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Vgenopoulos leaves Cyprus unmerciful and unwanted

24 January 2012 / 18:01:22  GRReporter
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The former president of Marfin Popular Bank Public Co Ltd Andreas Vgenopoulos left the Cypriot banking system as an unwanted outcast. He is still a major shareholder of the bank, but not its president after his clash with the Governor of the Central Bank of Cyprus Athanasios Orphanides. The main problem between the two parties had already started back in 2009, when the supervisory authority in Cyprus had questioned some loans of the bank to certain customers in Greece. And Mr. MIG disagrees with this statement. With the deepening debt crisis in Europe, the Cypriot government made it clear that the burden of bank recapitalization should be borne by major shareholders of the financial institutions, which has only exacerbated the clash between Vgenopoulos and the number one banker in Cyprus. The result was a change in the management of Marfin in late 2011.

"I do not leave the ring in Cyprus defeated... I will leave either a winner or dead. I have never left from the back door," Vgenopoulos commented on the Cypriot interbank drama for Stigma TV some time ago.

There are different scenarios for the rift between Vgenopoulos and the Central Bank of Cyprus, reads an article in Vima, but the turning point is considered the banker’s proposal made in May 2009 to move Marfin headquarters from Cyprus to Greece. It has never been fulfilled.

One version is that Vgenopoulos considered about three years ago that the banking system of Cyprus was hampering him from fully developing investment opportunities, which turned the balance to returning the headquarters to Athens. The second version is that he sought to take advantage of the Greek system of bank recapitalization at that time, as he had benefited from the favourable legal framework of Cyprus in 2006 in the merger of Marfin Bank and Laiki Bank. The third version assumes that the request to transfer the bank headquarters from Cyprus to Greece was a bluff in order to obtain greater scope for action on the large island.

Whatever Vgenopoulos’ motives, Orphanides was not willing for Cyprus to be "seduced and abandoned" by the president of Marfin and his moving of the bank headquarters any time he considers things were not in his interests. Athanasios Orphanides is known in Cyprus as a determined and focused banker. He is not only a board member of the European Central Bank, but in the past he was also not afraid to enter into confrontation with the men of the day – the former President of Cyprus Demetris Christofias and Minister of Finance Charilaos Stavrakis. Moreover, the Central Bank of Cyprus was worried about the response of other shareholders, who had not always been inspired by the decisions of the Athenian government.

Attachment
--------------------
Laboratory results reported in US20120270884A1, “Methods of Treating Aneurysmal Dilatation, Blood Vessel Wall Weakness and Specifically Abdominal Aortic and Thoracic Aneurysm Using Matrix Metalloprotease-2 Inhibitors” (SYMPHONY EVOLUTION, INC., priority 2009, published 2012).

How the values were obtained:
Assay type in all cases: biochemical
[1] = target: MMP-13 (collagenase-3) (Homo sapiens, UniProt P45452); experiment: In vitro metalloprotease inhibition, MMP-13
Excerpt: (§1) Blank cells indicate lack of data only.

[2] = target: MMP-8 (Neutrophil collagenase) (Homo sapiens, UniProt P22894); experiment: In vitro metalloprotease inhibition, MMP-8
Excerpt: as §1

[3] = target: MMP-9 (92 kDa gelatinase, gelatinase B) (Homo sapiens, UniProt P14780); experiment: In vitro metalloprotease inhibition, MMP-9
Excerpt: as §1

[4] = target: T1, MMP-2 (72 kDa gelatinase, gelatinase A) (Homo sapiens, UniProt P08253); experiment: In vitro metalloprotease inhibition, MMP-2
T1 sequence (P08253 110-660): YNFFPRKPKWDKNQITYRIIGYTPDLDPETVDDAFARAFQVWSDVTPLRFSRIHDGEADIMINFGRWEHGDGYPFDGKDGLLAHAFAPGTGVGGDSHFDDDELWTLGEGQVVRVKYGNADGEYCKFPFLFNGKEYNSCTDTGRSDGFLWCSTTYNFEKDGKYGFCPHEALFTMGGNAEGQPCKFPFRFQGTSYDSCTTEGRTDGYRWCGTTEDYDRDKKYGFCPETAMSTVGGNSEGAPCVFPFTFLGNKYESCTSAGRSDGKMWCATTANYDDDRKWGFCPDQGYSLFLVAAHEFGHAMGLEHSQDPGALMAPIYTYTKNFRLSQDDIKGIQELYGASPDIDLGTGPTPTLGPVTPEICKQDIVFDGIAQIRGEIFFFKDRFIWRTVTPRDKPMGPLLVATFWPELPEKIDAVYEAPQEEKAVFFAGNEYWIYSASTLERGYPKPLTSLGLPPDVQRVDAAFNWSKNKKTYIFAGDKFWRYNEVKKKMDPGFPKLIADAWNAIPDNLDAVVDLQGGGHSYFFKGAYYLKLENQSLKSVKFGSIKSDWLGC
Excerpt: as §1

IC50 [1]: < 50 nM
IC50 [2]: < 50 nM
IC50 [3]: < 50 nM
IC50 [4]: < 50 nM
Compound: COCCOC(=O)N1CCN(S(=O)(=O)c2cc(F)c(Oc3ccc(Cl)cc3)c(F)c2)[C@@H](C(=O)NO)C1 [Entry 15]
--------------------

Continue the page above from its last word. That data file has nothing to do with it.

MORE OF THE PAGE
To gain positions, Vgenopoulos took advantage of all the opportunities that Cyprus offers to distribute his investment ideas. He met with the President, members of the Council of Ministers, even spoke to the Cypriot Parliament. He believes the main reason for the unfavourable economic situation of Cyprus is the high rate of exposure of the banking system to Greek government bonds. For a long period of time, the general mood in the country was that the banker represented a promising new generation of financiers. It seems that this opinion was not fully shared by Athanasios Orphanides and some of the other shareholders of Marfin, like Lanitis family, who had suspicions that not everything in the bank was under control. Some large investment loans that Marfin had granted to Greece were brought to their attention and clashes with the Finance Supervision Committee on the merger of the bank with Egnatia and Laiki were not lacking either. To defend himself before "leaving," Vgenopoulos called the Central Bank of Cyprus to invite BlackRock to make an inspection to ensure that Marfin has no bad loans. Analysts note that the major shareholder doubts about some deals have made first Vgenopoulos resign from the presidency and then, the manager for Greece Iraklis Koundaris and the board member Evtimii Bouloutas to follow him and resign.

The change of the guard in Marfin is already a fact and Christos Stylianides and Panayiotis Kounnis have taken over the management of the bank. They are close to the former president of Laiki Bank Kikis Lazaridis, who was excluded from the management after Marfin acquired the institution. Former Minister of Finance Michalis Sarris has been appointed president of the bank. Greek journalists describe him as a respectable economist and take the opportunity to note that he is familiar with the activities of offshore companies, and that he was arrested at a gay party held in the occupied areas of Cyprus. It is not yet clear which route the financial institution will take but people say, "New management, new luck."

Tags: EconomyCompaniesFinanceMarfinVgenopoulosCyprus
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